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Single-Cell Transcriptome Maps Reveal Details of Cardiac Fibrosis

NEW YORK – By bringing together single-cell transcriptomic data for healthy and injured heart samples from humans and mouse models, an Australian research team has spelled out the cell types and processes involved in cardiac fibrosis. The heart muscle scarring is caused by heart attacks, high blood pressure, or other heart conditions that affect tissue contractibility and can, in turn, lead to heart failure.

"Fibrosis is an essential part of the body's way of healing. But in the heart, if the disease triggers are not resolved, the process can go too far, causing scarring that is incredibly harmful to heart function and a major cause of heart failure," Richard Harvey, a researcher affiliated with the Victor Chang Cardiac Research Institute and the University of New South Wales Sydney, said in a statement.

He noted that there remains "an urgent need to develop novel treatments that could arrest or even reverse cardiac fibrosis, benefiting millions."

With that in mind, Harvey and colleagues from the Victor Chang Cardiac Research Institute, UNSW Sydney, the University of Queensland, and other centers in Australia brought together single-cell RNA sequencing data for 100,000 individual cells. The cells came from the heart ventricles of mouse models or humans with myocardial infarction or heart injury. Described in a paper in Science Advances on Friday, the study also included control groups analyzed for several prior projects.

"Integrated single-cell data maps pave the way for generation of multispecies, multilineage, and multidimensional tissue atlases that will drive forward better understanding of human and animal biology and treatment of disease," the authors explained.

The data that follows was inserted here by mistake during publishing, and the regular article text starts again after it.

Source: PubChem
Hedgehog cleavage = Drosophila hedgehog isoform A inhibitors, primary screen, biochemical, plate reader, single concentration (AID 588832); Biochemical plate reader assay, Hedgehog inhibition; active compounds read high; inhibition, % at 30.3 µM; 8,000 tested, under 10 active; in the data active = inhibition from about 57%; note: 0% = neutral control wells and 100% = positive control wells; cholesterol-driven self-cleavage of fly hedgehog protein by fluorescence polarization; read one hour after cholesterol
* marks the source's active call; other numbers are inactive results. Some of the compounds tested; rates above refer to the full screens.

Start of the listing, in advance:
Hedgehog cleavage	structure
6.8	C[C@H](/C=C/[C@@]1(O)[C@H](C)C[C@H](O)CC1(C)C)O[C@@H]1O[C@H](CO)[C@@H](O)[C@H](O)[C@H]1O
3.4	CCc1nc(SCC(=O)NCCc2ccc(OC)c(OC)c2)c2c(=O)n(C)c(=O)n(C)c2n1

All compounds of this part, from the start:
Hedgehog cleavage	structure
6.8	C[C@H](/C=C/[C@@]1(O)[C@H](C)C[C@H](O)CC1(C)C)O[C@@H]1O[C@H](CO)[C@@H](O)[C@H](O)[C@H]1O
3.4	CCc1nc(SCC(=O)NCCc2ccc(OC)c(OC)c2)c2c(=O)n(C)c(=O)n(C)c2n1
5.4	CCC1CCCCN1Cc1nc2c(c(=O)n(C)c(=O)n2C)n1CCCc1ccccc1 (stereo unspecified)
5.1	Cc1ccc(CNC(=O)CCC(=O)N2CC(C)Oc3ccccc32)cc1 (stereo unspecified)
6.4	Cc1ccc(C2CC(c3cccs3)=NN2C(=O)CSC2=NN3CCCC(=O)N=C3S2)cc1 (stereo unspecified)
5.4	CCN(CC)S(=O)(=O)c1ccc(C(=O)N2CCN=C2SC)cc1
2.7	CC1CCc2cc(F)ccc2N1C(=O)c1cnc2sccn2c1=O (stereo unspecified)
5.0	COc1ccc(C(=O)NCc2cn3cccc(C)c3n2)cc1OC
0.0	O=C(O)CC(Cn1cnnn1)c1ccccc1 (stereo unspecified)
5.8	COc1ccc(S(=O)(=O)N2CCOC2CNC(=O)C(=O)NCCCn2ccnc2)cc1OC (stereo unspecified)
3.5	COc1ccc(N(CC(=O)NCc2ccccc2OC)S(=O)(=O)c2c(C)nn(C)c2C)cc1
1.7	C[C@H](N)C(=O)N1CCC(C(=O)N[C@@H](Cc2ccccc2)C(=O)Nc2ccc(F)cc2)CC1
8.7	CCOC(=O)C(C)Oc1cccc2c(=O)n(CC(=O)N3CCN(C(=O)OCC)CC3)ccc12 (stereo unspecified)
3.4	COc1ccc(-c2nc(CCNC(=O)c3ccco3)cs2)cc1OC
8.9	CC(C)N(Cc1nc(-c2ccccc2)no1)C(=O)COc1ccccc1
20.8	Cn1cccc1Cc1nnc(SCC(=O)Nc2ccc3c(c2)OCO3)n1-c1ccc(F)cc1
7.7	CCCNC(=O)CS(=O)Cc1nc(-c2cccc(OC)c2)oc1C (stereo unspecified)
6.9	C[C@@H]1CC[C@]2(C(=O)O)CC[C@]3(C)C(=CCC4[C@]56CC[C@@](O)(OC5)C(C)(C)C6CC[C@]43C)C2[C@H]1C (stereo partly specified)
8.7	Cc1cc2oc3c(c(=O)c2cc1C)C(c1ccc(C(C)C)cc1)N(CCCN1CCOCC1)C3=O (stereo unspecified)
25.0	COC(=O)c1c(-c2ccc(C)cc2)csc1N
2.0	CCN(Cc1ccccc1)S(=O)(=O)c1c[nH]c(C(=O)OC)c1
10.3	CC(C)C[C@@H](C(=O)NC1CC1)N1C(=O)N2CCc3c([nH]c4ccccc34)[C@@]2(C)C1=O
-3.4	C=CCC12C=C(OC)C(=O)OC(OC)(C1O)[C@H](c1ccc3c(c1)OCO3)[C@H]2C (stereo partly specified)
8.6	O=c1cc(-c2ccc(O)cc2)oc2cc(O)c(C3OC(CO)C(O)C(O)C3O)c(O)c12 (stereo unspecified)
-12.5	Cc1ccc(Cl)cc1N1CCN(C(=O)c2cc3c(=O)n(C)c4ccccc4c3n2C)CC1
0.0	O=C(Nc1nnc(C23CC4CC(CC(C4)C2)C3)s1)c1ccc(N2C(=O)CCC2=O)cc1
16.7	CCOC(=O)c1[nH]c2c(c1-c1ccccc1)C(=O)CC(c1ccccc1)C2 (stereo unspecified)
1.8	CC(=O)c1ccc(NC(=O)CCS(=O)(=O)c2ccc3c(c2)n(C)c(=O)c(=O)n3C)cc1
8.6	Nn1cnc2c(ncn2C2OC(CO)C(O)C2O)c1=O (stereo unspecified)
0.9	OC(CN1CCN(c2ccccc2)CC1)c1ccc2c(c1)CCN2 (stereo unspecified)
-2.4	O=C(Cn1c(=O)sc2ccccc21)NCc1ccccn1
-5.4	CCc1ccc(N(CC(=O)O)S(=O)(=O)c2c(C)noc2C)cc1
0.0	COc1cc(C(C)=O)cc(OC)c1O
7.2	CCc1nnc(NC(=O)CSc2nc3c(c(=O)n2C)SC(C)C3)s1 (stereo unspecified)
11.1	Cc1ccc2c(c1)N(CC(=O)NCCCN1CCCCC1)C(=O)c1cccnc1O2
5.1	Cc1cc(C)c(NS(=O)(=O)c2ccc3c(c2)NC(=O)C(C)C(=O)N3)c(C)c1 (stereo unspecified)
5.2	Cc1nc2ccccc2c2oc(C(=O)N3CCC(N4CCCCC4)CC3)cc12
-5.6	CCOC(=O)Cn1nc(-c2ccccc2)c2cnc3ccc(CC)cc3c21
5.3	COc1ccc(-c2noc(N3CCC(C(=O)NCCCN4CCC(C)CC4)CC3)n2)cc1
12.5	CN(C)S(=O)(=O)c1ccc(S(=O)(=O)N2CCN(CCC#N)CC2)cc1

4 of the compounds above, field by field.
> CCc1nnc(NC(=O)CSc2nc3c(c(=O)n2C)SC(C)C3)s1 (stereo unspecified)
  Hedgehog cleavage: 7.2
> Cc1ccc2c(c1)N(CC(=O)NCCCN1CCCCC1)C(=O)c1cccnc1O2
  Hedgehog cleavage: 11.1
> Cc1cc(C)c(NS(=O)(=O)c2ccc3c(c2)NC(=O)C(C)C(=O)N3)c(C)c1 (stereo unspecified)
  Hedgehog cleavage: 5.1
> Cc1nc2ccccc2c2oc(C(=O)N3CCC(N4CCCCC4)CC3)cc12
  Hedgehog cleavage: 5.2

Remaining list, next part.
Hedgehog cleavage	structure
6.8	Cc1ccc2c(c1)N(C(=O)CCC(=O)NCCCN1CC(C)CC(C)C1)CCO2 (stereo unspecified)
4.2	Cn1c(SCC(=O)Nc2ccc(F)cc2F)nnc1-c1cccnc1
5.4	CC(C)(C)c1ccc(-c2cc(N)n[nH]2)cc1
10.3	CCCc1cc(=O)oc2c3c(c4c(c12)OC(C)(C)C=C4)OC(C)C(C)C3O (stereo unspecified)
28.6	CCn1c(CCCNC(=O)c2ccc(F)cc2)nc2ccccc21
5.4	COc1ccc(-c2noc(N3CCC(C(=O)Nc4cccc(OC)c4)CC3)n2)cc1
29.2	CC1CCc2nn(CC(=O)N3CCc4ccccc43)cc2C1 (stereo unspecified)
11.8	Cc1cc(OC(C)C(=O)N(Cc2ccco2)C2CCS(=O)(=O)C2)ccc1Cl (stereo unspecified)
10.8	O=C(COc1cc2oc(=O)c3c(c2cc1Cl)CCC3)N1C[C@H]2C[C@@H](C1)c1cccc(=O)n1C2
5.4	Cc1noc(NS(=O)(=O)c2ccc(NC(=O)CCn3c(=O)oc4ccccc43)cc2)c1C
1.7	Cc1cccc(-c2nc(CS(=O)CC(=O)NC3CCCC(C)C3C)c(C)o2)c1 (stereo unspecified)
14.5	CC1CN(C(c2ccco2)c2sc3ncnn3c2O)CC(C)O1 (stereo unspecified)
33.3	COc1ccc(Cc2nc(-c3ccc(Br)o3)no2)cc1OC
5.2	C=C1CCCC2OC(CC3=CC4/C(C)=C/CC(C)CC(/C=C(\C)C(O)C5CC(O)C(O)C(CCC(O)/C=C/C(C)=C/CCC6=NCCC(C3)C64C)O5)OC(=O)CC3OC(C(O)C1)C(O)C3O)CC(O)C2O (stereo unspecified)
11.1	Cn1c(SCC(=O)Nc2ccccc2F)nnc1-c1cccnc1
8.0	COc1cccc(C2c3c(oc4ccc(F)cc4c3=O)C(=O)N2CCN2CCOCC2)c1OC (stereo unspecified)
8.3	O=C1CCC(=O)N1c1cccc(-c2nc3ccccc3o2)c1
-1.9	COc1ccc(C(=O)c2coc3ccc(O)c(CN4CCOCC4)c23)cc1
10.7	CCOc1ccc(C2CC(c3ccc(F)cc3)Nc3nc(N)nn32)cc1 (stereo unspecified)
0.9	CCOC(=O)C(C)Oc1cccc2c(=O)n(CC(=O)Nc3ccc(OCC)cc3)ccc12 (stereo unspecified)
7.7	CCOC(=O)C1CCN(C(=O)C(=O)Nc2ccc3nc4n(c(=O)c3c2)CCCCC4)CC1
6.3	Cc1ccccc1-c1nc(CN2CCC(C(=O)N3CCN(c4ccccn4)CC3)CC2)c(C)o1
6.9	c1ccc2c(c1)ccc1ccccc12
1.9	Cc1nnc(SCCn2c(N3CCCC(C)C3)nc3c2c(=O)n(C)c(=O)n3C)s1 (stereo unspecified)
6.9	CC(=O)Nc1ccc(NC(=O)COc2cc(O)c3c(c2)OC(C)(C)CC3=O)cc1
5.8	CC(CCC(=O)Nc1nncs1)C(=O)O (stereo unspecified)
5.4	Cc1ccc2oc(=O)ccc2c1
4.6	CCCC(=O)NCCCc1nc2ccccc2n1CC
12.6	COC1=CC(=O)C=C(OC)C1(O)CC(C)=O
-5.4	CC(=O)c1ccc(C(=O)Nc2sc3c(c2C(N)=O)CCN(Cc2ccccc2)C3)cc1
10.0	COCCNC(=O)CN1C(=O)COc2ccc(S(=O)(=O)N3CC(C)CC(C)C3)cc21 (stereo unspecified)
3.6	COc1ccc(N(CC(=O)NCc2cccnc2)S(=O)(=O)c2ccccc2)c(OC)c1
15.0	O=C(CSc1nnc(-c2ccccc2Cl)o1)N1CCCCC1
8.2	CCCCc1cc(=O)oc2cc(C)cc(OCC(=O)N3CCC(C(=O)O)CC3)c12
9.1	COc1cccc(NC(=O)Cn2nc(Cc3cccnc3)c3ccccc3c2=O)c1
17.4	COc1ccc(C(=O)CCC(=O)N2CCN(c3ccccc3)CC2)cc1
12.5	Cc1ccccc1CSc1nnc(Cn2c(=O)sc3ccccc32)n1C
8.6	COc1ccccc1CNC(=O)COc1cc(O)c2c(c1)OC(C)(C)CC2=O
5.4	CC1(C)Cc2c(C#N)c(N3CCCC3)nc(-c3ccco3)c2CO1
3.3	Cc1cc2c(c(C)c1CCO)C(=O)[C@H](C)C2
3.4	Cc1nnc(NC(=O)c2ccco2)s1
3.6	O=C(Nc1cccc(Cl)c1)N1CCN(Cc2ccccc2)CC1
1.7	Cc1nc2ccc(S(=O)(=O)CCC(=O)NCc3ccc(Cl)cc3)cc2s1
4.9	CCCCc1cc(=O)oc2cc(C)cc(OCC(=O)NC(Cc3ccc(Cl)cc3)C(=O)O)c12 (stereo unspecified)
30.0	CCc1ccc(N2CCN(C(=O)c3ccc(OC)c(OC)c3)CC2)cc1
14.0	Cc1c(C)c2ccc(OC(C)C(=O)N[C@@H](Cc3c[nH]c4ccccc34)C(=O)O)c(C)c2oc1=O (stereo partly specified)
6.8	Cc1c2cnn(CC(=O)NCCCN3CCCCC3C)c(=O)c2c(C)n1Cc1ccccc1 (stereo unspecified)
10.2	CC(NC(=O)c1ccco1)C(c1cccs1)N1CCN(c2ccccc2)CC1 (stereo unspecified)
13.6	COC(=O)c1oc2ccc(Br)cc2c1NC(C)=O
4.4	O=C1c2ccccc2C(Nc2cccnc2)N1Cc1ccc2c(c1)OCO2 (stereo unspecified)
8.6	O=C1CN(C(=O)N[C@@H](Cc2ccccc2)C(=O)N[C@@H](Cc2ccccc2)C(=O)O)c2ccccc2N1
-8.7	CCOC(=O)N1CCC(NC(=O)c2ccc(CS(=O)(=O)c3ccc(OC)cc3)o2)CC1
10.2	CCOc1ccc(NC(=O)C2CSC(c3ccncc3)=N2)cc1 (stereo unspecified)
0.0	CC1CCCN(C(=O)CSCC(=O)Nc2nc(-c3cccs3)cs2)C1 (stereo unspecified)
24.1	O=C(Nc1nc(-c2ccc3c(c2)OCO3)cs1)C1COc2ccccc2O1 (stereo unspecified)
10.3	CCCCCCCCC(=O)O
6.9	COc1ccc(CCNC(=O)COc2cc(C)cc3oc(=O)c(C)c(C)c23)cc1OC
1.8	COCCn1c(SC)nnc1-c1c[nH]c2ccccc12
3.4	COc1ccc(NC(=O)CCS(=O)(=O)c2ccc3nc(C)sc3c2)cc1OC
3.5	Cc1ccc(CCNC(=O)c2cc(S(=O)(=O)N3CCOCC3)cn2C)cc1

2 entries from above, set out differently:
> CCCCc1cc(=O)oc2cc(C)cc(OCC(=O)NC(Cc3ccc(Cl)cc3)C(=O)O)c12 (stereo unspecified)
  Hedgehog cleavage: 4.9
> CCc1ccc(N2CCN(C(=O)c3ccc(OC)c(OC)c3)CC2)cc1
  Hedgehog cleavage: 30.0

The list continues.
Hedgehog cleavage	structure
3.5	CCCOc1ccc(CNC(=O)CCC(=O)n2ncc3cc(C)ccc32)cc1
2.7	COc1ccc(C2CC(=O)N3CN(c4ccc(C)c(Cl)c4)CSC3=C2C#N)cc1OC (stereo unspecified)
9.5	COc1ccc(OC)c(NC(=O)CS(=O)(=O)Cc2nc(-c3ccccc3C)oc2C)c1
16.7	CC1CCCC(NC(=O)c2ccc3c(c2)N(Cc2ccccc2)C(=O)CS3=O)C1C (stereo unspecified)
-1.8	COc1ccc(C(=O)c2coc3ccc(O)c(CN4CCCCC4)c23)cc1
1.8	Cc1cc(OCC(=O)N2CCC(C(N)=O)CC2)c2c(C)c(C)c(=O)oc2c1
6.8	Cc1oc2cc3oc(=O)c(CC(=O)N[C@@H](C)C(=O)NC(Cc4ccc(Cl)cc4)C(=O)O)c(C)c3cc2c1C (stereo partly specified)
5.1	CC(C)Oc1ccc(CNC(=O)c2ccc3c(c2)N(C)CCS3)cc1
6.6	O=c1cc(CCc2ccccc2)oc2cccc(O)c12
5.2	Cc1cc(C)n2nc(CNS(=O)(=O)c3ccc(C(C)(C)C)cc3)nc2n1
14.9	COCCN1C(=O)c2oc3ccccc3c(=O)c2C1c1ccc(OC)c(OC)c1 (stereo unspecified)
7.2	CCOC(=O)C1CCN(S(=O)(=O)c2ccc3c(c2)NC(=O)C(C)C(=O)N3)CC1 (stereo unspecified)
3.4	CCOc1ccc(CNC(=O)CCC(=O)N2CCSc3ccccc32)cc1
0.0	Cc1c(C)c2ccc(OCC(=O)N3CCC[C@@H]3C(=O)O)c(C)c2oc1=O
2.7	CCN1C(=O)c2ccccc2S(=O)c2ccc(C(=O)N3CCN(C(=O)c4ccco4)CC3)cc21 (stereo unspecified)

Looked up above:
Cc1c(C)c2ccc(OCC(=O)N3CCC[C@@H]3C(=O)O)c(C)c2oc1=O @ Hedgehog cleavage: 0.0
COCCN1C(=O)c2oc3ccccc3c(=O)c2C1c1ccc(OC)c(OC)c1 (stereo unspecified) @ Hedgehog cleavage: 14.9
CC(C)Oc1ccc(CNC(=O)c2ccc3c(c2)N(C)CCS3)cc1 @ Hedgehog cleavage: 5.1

With these data, the team highlighted five groups of cardiac fibroblasts in healthy control individuals, together with several more cardiac fibroblast cell clusters that turned up specifically in samples from mouse models of cardiac fibrosis or from affected humans.

Along with resting and progenitor cells, the team flagged activated and inflammatory cell subgroups as well as specialized myofibroblasts and matrifibrocytes that turned up in mouse models of heart attack and appeared to contribute to scarring and a lack of scar resolution, respectively, in the days after the heart attack.

"Our data on diverse [cardiovascular] disease models should inform current efforts to reconstruct 3D tissue context through spatial transcriptomics," the authors wrote, "and will add a deeper perspective to development of novel therapeutics."

With a series of follow-up analyses, they looked at everything from transcription factor network activity, transcript isoform patterns, and cell differentiation over time to the specific effects of heart injury, myocardial infarction, or hypertension.

"We found a surprising similarity in fibrosis progression in very different types of heart disease," coauthor Vaibhao Janbandhu, a researcher with the Victor Chang Cardiac Research Institute and the UNSW Sydney, said in a statement, noting that "[m]yofibroblasts were abundant early on during hypertension and then resolved into matrifibrocytes, just as they are after a heart attack."

Together, the results are expected to provide clues to future treatment strategies, Janbandhu noted, adding that the study also emphasized the importance of controlling treatable conditions such as high blood pressure, which can lead to cardiac fibrosis.

Using data from the study, the team put together a CardiacFibroAtlas, along with analytical and visualization tools to help other investigators interrogate gene expression, cell type, and other changes that accompany cardiac fibrosis in ventricle tissues.

"We uncover insights that consolidate our understanding of cardiac fibrosis progression and resolution in diverse [cardiovascular] disease models, providing a stronger framework for knowledge-based therapeutics," the authors wrote.